The US severed diplomatic relations with Cuba in 1961, and has continued a policy of isolating Cuba since then, including the establishment of a Cuba Sanctions Act which imposed strict embargos against Cuba. This was not unprovoked. The Soviet Union was using and backing Cuba, leading to the Cuban Missile Crisis in 1962, where the US and Soviet Union were poised on the brink of all-out nuclear war. Throughout the Cold War, Cuba posed a threat to US security. With the collapse of the Soviet Union in 1991, however, Cuba lost their protector, and ceased to be a threat. Nevertheless, the US did not ease the sanctions; instead, the sanctions became even more severe in the mid-1990s. In recent years, although there has been an easing of tensions between the US and Cuba, particularly after the transfer of power from the previous President of the Council of State of Cuba, Fidel Castro, to his brother Raúl Castro in 2008, there was no change in the basic US policy toward Cuba. It has been said that this was partly due to the strong influence of an anti-Castro faction of Cuban-Americans.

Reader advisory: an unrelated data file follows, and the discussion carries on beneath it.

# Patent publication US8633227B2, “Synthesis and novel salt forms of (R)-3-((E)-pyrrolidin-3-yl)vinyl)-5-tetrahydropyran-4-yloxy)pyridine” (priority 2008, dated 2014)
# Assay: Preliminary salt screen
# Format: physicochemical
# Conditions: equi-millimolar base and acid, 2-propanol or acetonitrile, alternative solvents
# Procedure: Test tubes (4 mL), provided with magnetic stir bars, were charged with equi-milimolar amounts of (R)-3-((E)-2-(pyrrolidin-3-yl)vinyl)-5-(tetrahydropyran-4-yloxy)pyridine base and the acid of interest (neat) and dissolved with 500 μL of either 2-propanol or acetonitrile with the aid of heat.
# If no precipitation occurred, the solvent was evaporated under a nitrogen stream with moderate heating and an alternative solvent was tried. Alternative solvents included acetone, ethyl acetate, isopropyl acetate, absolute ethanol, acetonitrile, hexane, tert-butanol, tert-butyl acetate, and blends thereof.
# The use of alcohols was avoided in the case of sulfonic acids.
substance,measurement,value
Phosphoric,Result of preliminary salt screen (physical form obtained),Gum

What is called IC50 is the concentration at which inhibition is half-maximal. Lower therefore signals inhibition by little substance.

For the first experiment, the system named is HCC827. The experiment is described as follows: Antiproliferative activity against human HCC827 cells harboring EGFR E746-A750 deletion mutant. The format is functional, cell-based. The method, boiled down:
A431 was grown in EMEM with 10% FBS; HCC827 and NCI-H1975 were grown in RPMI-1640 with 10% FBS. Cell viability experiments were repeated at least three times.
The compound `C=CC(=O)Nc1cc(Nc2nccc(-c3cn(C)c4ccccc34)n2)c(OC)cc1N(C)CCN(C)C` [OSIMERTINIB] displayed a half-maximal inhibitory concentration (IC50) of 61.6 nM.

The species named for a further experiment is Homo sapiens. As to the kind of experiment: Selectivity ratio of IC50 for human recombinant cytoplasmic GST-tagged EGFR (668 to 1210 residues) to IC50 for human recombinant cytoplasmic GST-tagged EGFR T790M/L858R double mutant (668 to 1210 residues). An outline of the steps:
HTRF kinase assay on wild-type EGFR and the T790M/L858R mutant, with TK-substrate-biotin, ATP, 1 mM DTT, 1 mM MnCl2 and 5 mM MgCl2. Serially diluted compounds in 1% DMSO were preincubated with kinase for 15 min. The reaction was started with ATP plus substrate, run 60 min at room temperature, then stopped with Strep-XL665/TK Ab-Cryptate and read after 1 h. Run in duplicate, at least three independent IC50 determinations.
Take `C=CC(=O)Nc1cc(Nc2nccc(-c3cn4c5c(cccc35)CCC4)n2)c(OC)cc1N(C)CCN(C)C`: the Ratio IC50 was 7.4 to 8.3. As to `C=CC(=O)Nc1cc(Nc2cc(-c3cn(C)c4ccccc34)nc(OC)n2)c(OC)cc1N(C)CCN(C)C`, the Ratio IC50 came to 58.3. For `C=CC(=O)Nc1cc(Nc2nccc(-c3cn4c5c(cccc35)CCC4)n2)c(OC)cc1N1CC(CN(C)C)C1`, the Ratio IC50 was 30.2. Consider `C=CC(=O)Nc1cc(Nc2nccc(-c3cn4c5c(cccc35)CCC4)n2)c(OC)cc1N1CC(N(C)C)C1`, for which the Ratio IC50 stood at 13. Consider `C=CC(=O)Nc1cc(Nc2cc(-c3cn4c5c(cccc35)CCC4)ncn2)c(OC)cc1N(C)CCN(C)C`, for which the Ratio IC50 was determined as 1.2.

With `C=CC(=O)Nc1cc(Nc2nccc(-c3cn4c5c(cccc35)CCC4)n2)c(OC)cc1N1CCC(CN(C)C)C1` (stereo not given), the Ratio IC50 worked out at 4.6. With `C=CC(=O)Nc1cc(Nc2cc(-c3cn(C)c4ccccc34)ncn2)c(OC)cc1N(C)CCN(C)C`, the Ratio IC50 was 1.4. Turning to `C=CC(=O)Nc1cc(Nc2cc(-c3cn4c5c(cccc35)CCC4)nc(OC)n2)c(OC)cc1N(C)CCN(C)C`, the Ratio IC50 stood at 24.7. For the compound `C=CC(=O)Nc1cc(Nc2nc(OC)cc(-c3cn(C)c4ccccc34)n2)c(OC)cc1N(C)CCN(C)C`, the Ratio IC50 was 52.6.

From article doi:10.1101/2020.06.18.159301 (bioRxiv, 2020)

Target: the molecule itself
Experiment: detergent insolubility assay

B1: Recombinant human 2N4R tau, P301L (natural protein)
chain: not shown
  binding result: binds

During the 2008 presidential election, Barack Obama made a pledge to normalize diplomatic relations with Cuba; but, after taking office, was cautious about revising Cuban policy. The Summit of the Americas held in Colombia in April 2012 proved to be a turning point. The US blocked the participation of Cuba in the summit because of “inadequate progress on democracy,” resulting in criticism directed at President Obama from the leaders of many Latin American nations who sympathized with Cuba. President Obama himself recognized that the policy to isolate Cuba had stalled, and seems to have made the decision at this time to work to change the policy to one of inclusion. President Obama was re-elected the following autumn, and began secret negotiations with Cuba in the spring of 2013, with a total of nine meetings between the two nations over a period of 18 months, in locations like Canada. Through the mediation efforts of Pope Francis, a native of Argentina, in December 2014, both countries announced intentions to work toward normalization of relations. In April 2015, President Obama met publically with Chairman Raúl Castro. At the end of May, the US announced that Cuba was removed from the State Sponsor of Terrorism list, leading up to the announcement on July 1 of the restoration of diplomatic relations and the reopening of the embassies.